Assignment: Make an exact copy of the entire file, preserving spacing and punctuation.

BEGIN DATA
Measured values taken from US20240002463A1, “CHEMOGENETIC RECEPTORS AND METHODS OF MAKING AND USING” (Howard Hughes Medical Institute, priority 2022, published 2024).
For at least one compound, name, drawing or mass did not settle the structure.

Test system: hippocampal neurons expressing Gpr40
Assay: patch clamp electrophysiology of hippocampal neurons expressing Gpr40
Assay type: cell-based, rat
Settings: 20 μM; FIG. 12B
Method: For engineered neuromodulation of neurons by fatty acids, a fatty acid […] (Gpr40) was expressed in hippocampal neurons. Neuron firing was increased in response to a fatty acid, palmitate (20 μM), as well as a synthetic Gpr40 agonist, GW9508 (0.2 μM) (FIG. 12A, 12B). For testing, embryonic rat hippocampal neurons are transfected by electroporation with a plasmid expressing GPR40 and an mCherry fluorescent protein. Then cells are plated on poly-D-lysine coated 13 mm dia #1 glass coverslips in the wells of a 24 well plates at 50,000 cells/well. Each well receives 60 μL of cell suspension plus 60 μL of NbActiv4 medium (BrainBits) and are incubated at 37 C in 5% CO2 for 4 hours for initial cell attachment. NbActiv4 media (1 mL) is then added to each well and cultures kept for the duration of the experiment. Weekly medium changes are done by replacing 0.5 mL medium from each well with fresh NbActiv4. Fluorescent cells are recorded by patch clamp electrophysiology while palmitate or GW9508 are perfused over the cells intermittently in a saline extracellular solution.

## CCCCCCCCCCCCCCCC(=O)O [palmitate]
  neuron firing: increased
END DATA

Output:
Measured values taken from US20240002463A1, “CHEMOGENETIC RECEPTORS AND METHODS OF MAKING AND USING” (Howard Hughes Medical Institute, priority 2022, published 2024).
For at least one compound, name, drawing or mass did not settle the structure.

Test system: hippocampal neurons expressing Gpr40
Assay: patch clamp electrophysiology of hippocampal neurons expressing Gpr40
Assay type: cell-based, rat
Settings: 20 μM; FIG. 12B
Method: For engineered neuromodulation of neurons by fatty acids, a fatty acid […] (Gpr40) was expressed in hippocampal neurons. Neuron firing was increased in response to a fatty acid, palmitate (20 μM), as well as a synthetic Gpr40 agonist, GW9508 (0.2 μM) (FIG. 12A, 12B). For testing, embryonic rat hippocampal neurons are transfected by electroporation with a plasmid expressing GPR40 and an mCherry fluorescent protein. Then cells are plated on poly-D-lysine coated 13 mm dia #1 glass coverslips in the wells of a 24 well plates at 50,000 cells/well. Each well receives 60 μL of cell suspension plus 60 μL of NbActiv4 medium (BrainBits) and are incubated at 37 C in 5% CO2 for 4 hours for initial cell attachment. NbActiv4 media (1 mL) is then added to each well and cultures kept for the duration of the experiment. Weekly medium changes are done by replacing 0.5 mL medium from each well with fresh NbActiv4. Fluorescent cells are recorded by patch clamp electrophysiology while palmitate or GW9508 are perfused over the cells intermittently in a saline extracellular solution.

## CCCCCCCCCCCCCCCC(=O)O [palmitate]
  neuron firing: increased